Planted Foods, a Swiss company making plant-based products, is currently wrangling over whether it can use meaty names for its vegan goods
The legal ruling over whether a Swiss vegan food company can use meaty names for its products could set a legal precedent in Europe, according to a lawyer.
Planted Foods, which makes animal-free versions of foods including vegan chicken and pork, is currently waiting for Switzerland’s highest court to decide whether vegan manufacturers can continue to use these nomenclatures for their goods.
Fabio Versolatto, an intellectual property lawyer at Rentsch Partner in Zurich, told news outlet swissinfo.ch. that the decision, which is expected by the end of the year, will give producers more clarity.
He said: “The law is very abstract and general. The products are not regulated in detail…The Federal Court decision will set a precedent and give more certainty to Swiss companies producing plant-based alternative.”
Planted Foods labelling battle
Planted Foods was told to stop using meaty nomenclature in May 2021 by the Zurich Cantonal Laboratory, an organisation which aims to regulate food and water safety.
Last year, the Zurich administrative court ruled that it was not deceptive for Planted Foods to use such terms in its labelling.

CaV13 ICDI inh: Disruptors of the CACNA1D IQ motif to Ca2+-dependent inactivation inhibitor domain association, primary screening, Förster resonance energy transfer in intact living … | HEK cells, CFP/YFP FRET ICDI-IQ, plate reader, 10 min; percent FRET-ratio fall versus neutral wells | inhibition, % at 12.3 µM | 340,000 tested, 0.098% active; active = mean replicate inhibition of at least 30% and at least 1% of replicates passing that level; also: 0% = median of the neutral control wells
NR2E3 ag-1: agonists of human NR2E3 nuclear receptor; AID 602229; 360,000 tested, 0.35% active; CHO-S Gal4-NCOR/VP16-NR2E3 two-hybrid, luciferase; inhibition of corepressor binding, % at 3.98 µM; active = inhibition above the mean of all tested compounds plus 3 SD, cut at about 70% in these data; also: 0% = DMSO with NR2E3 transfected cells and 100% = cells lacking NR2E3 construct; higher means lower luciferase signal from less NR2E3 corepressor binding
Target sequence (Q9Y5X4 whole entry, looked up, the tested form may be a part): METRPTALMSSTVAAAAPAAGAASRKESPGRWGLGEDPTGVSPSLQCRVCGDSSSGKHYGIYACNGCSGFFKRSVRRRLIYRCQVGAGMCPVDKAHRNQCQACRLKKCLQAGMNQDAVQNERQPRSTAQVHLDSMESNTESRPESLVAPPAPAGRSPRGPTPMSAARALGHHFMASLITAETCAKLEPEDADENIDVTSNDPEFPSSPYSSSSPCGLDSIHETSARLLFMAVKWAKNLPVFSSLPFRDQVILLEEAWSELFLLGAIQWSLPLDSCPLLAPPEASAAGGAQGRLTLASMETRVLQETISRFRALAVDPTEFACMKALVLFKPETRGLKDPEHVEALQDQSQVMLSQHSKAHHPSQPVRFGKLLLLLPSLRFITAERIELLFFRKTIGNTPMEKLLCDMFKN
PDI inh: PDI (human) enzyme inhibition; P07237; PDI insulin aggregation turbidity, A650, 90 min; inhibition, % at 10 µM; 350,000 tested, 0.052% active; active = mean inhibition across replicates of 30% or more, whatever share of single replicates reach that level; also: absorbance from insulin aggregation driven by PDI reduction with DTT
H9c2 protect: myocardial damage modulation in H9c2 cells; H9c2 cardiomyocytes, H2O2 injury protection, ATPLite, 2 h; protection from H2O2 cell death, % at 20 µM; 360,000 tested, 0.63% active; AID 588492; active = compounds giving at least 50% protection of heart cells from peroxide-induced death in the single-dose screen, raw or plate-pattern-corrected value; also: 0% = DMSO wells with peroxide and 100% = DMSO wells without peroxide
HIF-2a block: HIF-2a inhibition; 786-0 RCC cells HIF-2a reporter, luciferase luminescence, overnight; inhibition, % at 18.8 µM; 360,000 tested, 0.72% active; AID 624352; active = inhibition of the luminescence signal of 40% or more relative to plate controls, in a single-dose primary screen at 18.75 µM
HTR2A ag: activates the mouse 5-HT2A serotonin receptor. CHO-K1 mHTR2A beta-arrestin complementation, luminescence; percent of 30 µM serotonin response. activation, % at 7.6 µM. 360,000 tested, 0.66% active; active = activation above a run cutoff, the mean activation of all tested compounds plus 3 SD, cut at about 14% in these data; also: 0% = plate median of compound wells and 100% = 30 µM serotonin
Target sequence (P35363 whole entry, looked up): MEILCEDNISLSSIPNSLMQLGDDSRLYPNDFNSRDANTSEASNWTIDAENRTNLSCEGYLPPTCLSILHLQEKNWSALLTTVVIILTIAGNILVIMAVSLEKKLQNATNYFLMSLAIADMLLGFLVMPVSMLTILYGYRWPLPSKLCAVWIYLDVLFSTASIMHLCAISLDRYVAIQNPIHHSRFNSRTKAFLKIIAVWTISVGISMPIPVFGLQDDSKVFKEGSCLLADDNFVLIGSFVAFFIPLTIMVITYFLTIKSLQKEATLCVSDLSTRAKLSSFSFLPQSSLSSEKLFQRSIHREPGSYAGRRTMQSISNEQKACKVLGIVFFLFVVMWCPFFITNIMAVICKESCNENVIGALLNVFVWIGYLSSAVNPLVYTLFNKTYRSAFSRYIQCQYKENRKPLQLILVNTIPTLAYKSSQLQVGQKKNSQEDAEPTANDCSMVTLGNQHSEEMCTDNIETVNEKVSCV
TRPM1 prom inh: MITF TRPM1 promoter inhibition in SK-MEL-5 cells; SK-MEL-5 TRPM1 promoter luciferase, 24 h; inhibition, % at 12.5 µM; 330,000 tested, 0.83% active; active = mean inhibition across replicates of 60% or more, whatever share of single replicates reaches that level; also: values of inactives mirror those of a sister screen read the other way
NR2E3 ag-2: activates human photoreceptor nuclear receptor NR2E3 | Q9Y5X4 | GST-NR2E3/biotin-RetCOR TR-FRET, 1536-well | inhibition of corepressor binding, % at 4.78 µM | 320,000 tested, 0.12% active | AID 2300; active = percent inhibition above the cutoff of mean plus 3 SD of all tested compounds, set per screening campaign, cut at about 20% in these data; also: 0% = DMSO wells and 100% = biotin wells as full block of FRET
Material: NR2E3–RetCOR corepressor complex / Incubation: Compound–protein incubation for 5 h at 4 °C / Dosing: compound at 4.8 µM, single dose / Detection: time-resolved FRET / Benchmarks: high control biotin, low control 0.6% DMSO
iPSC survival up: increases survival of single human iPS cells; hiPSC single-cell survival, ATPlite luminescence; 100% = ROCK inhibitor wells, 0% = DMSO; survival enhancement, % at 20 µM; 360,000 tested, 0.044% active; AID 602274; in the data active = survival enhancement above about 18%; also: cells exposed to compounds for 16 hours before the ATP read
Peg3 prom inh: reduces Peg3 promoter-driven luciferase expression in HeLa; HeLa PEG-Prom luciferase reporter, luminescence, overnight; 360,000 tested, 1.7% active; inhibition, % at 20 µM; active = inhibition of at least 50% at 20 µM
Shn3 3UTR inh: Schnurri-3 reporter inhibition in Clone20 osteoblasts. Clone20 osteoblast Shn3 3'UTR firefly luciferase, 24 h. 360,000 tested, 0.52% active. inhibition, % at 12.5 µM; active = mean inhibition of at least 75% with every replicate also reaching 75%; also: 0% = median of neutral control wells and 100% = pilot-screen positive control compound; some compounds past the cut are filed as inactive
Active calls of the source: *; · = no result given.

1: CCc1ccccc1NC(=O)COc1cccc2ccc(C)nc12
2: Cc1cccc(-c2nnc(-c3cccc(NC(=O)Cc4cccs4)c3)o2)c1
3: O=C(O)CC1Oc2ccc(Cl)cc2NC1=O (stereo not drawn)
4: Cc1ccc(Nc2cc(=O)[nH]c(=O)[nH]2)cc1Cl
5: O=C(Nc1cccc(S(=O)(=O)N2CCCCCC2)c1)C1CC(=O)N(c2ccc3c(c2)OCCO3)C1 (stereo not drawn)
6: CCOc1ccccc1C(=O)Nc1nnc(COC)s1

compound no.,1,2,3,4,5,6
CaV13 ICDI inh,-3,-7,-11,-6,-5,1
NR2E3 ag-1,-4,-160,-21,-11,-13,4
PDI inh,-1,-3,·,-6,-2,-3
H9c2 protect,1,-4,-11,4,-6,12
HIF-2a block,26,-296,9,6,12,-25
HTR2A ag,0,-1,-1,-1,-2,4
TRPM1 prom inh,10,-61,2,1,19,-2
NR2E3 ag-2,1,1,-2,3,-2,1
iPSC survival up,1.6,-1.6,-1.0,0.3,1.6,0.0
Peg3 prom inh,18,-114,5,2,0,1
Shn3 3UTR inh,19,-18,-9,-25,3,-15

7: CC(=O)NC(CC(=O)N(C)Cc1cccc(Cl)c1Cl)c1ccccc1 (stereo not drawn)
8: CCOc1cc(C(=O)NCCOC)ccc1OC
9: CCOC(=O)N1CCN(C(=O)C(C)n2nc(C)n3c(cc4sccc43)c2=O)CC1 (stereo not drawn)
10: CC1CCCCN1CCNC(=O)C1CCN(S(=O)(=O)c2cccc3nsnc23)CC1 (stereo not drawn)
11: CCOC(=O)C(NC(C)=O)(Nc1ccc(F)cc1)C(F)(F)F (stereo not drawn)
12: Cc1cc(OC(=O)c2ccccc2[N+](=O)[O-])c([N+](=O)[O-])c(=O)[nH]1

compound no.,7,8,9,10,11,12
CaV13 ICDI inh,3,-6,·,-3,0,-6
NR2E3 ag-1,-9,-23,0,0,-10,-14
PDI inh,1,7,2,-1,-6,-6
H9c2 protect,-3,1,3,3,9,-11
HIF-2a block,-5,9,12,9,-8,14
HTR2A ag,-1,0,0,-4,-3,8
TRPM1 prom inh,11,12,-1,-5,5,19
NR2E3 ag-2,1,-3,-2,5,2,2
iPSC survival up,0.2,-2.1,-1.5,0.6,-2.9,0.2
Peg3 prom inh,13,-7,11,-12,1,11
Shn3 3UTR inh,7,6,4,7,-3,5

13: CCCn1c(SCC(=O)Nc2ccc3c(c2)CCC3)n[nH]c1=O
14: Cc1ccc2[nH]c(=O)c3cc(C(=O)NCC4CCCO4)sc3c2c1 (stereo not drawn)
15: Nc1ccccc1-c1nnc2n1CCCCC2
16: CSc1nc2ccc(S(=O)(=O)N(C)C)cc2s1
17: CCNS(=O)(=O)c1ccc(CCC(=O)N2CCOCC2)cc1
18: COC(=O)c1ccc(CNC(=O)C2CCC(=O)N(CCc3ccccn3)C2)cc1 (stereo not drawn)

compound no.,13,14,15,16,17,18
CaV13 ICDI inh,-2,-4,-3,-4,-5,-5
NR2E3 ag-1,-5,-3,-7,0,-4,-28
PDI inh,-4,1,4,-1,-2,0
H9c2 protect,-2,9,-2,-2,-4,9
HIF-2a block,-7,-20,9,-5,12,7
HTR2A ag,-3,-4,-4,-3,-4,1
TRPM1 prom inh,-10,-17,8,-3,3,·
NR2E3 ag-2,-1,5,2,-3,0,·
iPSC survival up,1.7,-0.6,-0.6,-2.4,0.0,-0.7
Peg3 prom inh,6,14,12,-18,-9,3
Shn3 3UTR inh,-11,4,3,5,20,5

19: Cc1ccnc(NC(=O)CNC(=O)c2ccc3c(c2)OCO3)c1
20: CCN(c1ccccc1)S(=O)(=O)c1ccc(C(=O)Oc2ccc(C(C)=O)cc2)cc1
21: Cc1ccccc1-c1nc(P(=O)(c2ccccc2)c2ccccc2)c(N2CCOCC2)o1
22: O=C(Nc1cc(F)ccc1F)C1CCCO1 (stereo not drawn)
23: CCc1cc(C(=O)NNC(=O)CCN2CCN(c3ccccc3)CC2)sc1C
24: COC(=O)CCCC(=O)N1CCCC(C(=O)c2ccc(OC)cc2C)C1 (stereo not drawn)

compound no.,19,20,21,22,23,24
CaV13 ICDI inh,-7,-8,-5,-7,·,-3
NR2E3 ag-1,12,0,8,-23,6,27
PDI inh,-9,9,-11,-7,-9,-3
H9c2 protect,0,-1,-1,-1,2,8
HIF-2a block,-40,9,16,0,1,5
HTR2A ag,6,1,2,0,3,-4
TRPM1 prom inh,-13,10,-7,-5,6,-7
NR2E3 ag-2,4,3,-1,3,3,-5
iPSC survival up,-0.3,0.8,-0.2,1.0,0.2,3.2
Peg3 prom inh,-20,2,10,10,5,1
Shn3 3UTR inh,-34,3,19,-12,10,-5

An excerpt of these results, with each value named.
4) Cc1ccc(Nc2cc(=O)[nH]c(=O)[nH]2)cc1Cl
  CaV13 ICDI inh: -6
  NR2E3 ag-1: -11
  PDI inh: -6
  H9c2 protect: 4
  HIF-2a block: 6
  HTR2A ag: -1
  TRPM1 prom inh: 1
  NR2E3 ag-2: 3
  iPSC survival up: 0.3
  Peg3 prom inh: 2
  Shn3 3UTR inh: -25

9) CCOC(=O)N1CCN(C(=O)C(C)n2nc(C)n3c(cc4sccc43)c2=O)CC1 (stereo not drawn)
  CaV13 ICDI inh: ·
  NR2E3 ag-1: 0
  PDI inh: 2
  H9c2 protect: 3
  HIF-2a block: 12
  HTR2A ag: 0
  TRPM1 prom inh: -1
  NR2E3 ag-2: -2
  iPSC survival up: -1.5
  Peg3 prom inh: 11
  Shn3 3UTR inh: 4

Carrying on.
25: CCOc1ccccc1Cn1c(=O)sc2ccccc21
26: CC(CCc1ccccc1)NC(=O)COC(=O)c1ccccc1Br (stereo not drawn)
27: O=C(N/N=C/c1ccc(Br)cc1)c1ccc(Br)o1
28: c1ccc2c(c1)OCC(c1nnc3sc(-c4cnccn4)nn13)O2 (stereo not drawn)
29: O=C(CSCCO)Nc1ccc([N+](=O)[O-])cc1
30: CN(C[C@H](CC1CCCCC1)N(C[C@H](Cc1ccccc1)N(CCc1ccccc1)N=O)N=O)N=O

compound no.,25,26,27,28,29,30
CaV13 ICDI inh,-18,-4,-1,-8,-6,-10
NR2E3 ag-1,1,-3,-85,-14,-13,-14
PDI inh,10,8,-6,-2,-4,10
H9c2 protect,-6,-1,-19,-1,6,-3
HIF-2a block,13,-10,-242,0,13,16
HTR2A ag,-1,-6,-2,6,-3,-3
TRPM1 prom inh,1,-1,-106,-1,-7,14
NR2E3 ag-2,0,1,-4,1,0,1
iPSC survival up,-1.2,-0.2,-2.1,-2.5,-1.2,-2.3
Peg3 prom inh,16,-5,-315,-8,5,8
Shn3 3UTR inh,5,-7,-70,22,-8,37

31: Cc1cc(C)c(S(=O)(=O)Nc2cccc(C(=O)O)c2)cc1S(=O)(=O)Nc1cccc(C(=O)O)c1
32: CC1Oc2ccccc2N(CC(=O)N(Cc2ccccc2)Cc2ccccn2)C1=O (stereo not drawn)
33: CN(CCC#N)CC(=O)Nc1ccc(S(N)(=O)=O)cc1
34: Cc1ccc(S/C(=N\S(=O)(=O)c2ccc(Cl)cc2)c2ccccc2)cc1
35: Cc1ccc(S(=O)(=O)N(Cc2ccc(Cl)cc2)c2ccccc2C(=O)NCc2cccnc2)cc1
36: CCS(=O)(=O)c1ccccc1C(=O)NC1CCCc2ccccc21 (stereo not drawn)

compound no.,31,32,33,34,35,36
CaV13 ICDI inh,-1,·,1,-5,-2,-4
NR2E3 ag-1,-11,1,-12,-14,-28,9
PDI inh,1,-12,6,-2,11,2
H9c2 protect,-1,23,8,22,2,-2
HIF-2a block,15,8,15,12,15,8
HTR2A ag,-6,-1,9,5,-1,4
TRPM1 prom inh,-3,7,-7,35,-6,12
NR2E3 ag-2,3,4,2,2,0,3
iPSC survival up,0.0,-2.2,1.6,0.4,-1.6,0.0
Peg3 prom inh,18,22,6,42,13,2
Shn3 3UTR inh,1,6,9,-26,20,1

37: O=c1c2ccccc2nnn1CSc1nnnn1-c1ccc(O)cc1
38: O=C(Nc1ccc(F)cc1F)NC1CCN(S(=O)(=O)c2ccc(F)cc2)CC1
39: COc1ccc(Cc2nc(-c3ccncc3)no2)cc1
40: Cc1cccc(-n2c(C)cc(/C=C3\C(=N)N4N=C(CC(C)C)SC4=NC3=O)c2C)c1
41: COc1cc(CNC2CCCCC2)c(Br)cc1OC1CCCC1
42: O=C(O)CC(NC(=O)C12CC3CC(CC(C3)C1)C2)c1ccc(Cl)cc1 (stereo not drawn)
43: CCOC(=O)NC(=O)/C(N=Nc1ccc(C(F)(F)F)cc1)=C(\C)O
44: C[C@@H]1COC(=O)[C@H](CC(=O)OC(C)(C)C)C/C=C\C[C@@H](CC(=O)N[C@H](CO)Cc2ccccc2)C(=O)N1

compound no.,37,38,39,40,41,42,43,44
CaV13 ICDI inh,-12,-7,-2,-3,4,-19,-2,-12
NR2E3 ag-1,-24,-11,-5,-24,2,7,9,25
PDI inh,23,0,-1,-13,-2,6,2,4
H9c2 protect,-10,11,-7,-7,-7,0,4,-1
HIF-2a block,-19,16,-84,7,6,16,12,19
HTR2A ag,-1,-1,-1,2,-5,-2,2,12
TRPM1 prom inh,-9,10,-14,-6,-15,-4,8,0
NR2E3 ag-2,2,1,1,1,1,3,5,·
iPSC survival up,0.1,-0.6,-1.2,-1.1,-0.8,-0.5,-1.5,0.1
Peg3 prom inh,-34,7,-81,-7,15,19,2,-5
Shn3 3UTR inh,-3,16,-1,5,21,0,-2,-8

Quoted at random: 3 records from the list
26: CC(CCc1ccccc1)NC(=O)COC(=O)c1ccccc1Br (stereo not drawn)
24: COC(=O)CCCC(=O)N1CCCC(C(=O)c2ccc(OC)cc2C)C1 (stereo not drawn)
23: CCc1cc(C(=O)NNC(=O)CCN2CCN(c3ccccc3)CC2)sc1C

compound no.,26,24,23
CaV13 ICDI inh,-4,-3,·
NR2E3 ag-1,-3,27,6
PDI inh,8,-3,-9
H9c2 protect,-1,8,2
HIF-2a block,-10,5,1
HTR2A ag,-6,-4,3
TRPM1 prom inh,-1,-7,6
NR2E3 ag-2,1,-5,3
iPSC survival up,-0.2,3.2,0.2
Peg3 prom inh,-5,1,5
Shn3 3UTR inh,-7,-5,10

According to the administrative court, the presentation of the food packaging, which boasts a ‘V’ symbol denoting that the items are vegan, means that the use of animal names isn’t confusing to customers.
But Swiss authorities refused to accept this ruling, and so the case is now moving to Switzerland’s highest legal authority, the federal court. If the court rules against Planted Foods, this could make the country the first in Europe to ban meaty names on plant-based products.
Confusion over labelling?
Looking at polling around consumer understanding around using traditional animal food names on vegan products suggests that shoppers are not confused by this nomenclature.
According to a poll commissioned by Planted Foods which quizzed 777 people in July 2021, some 93 per cent of those surveyed recognised that ‘Planted Chicken’ is a meat-free product.
And global food awareness organisation, ProVeg International has also conducted polling on the topic in 2022.
When asking whether consumers are confused by plant-based products that mimic meat, and have meaty names – for example, ‘nuggets’, ProVeg said only 3.6 per cent of respondents had previously chosen a plant-based product referring to ‘nuggets’ by accident, while 96.4 per cent chose the product consciously.
And, it added, more than 80 per cent of the people it polled said it is obvious that products labelled as ‘vegan’, ‘vegetarian’ and ‘plant-based’ do not contain meat.
Featured image credit: Ekaterina Grigoreva via Getty Images. Featured image created by Vegan Food & Living.
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